A great idea stolen for the revision of our induction process at the Birmingham School of Media. Thank you Sheffield Hallam.
In fact, the entire event was seemingly dedicated to innovations in the learning and teaching experience. Some of us attended workshop managed by James Hewison (Edge Hill University) and Elsa Urmston (Independent Dance Scientist and Educator), entitled ‘Flow: narratives of creativity and spontaneity in
the learning experience’. As an inexperienced (and self-professed bad) dancer, this was a real test of my willingess to engage creatively, but I found myself hopping across Thistle Brighton’s floral-swirl carpet six yr old stylee with the best of them. The session presented an inspiring approach to the use of flow performance and dance to engender spontaneous creativity. As an altogether enlightening experience, the dancing workshop left us invigorated. We left the workshop in a state that was surprisingly not unlike the spa-fresh feeling. If only all taught sessions were like this.
To continue with our experiential learning, the rest of the team attended Alke Gröppel-Wegener’s (Staffordshire University) session, ‘Take a little button’, in which learning and writing processes were examined in relation to their attachment to individual objects and how these can be used to explore creative learning. Check out Alke’s blog here: http://tactileacademia.wordpress.com/
The significance of shared stories and collaborative creations was explored by the Graphic Arts and Design Team (Leeds Metropolitan University). The joint project ‘Under the beach, the pavement’ delivered by Liz Stirling, Jo Hassall, Jess Young, Jennifer Conway and Ben Hall took us out on another venture in Brighton, this time under the pier. Here we found ourselves engaging with finds across the beach and flotsam across the tideline through which to narrate our own shared imaginary account of Brighton, circulating around mermaids, hag stones and heresy.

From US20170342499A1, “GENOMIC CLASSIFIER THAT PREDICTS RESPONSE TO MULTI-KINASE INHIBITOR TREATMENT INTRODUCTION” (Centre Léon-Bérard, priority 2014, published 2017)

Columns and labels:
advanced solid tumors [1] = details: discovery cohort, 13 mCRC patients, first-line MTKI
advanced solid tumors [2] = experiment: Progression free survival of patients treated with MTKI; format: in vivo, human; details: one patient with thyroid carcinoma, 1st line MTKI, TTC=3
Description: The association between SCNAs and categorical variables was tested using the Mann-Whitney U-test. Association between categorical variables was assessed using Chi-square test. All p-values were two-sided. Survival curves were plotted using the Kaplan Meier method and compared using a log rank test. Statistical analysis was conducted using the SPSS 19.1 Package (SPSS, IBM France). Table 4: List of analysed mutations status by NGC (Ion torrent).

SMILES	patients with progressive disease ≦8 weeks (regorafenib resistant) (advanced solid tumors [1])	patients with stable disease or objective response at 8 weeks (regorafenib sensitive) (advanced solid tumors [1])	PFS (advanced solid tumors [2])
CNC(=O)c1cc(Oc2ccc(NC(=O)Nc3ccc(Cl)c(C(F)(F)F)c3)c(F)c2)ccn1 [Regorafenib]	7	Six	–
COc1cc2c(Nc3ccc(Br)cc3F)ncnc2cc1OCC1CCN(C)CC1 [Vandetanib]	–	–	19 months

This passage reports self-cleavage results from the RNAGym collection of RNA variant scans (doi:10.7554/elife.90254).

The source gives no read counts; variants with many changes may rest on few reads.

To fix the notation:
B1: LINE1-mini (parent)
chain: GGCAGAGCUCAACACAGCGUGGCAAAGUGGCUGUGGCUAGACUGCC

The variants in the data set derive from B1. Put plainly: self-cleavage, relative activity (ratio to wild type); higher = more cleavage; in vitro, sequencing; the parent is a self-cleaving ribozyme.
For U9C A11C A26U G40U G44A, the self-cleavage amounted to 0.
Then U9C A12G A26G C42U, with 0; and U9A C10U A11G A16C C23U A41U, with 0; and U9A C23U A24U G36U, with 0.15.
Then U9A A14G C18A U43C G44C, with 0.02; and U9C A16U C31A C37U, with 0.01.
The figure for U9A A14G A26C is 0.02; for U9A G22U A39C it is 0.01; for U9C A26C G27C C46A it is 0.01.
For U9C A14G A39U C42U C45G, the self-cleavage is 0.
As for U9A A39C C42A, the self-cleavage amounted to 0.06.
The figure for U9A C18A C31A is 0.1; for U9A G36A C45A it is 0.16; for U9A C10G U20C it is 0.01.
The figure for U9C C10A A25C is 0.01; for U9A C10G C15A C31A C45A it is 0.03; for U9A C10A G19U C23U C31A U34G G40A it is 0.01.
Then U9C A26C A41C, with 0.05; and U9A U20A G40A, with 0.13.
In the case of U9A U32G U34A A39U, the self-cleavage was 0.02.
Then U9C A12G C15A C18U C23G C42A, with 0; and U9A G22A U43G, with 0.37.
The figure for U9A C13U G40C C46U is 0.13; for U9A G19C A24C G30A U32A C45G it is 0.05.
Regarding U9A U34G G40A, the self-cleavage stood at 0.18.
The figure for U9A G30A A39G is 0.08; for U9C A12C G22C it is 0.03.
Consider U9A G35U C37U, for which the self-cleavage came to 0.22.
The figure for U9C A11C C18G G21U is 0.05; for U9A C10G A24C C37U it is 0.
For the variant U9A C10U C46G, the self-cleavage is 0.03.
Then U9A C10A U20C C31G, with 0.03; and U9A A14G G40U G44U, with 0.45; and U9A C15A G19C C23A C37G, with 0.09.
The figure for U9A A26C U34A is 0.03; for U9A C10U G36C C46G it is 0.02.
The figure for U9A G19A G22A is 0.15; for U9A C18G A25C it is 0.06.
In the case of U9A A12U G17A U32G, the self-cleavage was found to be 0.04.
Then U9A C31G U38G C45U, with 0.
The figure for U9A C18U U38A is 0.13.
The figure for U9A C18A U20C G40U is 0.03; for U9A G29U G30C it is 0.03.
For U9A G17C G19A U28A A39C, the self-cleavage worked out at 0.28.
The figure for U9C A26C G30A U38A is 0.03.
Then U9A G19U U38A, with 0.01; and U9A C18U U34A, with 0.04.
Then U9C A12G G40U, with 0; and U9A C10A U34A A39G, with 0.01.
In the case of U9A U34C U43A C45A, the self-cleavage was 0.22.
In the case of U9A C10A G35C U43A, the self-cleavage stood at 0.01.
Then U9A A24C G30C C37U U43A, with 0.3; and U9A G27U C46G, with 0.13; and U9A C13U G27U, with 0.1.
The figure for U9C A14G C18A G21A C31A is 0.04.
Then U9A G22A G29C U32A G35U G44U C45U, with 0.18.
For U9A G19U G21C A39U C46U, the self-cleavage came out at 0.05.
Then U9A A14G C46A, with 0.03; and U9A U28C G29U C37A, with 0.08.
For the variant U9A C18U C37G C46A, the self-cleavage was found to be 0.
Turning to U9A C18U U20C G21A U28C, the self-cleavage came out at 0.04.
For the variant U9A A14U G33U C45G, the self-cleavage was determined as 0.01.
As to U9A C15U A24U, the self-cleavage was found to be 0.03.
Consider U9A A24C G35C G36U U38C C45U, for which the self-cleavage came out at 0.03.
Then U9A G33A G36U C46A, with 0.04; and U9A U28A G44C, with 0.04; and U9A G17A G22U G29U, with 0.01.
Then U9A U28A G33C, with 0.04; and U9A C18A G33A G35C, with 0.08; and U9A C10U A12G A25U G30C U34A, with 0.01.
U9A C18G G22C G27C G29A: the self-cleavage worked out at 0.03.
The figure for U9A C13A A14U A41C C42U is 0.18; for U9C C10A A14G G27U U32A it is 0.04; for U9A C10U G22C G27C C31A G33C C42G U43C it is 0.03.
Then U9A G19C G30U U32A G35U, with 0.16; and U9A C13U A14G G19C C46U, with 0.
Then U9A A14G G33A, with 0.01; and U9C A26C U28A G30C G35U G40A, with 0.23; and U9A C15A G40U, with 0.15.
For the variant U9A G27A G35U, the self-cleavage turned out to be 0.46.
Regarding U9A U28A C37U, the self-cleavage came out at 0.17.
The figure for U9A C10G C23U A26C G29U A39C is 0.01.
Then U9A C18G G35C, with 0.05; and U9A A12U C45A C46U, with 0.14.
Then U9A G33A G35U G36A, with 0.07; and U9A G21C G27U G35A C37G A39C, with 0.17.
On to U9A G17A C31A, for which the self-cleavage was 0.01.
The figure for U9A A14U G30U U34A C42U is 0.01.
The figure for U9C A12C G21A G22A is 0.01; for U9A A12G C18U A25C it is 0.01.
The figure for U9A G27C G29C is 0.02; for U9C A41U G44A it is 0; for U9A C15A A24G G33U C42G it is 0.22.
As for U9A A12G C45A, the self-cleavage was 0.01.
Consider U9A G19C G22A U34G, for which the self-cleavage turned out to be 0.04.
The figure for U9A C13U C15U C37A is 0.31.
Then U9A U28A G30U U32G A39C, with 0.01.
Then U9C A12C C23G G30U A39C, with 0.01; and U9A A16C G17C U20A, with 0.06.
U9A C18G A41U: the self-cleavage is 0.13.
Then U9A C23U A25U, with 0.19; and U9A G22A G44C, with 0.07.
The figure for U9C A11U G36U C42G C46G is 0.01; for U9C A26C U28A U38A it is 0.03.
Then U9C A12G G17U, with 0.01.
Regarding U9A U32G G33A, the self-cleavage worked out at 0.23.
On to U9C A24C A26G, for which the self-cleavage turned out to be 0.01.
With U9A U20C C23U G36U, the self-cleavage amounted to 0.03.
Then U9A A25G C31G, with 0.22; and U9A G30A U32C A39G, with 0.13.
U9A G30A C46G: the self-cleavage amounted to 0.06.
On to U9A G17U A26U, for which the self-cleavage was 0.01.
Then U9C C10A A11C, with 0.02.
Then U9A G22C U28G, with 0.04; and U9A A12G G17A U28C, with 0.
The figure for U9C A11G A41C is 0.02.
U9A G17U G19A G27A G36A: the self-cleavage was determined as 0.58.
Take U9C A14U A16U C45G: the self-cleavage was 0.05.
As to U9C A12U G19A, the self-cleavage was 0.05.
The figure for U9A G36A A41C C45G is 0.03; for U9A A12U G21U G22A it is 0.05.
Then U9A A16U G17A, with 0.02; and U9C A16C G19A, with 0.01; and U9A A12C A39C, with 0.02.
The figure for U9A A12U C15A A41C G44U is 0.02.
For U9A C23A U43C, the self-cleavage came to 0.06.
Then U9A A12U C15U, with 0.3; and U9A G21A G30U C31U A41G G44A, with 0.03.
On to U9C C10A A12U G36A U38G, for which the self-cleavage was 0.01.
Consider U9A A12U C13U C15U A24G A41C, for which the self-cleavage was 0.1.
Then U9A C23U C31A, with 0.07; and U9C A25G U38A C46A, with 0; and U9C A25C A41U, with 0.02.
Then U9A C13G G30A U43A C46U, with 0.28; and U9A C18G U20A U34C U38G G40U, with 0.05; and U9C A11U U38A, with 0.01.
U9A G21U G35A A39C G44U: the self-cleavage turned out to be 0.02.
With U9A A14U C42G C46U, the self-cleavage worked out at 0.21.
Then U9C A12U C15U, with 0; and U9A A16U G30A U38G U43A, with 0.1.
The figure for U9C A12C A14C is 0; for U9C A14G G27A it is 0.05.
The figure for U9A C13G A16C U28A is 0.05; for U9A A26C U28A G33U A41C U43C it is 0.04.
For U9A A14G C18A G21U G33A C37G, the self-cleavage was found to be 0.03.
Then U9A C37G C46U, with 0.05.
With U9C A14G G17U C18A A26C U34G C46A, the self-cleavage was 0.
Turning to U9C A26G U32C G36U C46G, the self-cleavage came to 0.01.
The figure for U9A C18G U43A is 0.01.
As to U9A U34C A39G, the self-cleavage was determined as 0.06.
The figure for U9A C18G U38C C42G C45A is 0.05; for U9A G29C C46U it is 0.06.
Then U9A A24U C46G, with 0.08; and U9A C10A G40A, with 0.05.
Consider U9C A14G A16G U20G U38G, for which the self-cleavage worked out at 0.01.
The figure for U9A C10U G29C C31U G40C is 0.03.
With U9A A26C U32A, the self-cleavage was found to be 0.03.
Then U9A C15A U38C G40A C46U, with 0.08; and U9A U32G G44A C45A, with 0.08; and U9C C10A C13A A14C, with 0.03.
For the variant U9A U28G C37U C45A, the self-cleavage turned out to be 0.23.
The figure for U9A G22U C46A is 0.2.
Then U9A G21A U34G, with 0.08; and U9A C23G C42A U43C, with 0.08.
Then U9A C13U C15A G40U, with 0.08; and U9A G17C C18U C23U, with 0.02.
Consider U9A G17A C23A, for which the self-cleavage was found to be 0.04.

The workshop also saw us exploring the sounds and textures of the Brighton which we used to created a shared experience
and participated in recording a shared memory through a collaborative excursion and creative improvisation to create a collective narrative experience. All of the above offer massive potential for narrating the induction experiences of our students; offering up an opportunity to take the time to explore, experience and record the immersion into alien environments and to document this as a shared narrative.
The opening and closing keynotes acted as punctuation to these activities and worked to highlight the active potential that the stories that we tell and the narratives that we narrate have upon our everyday lived experiences. Dr Vicky Gunn (University of Glasgow) examined the purpose of stories as a means of ‘re-membering’ and the potential for stories to facilitate identification, and to create a sense of belonging as a key part of the learning experience. Here she highlights how “When we tell stories, we offer a hand of friendship.”
Prof Hamish Fyfe picked up on the use of stories to extend friendships and to offer a voice to us all. Fyfe highlights the narratives of the world as ‘numberless’ and identifies how we need to use them. Identifying the engaging way in which the internet supports new ways of storytelling through offering emotional realism to accounts presented in the learning and teaching environment. The use of the internet to record and share these experiences within the learning and teaching environment renders the emotional experience as real and tangible. Fyfe argues for the use of digital storied and narratives to generate social stories in which everyone (!) has a story to tell.
This is my Storyville.
However, if you want to see more, you can check out the Storify for HEA Storyville 2013 here: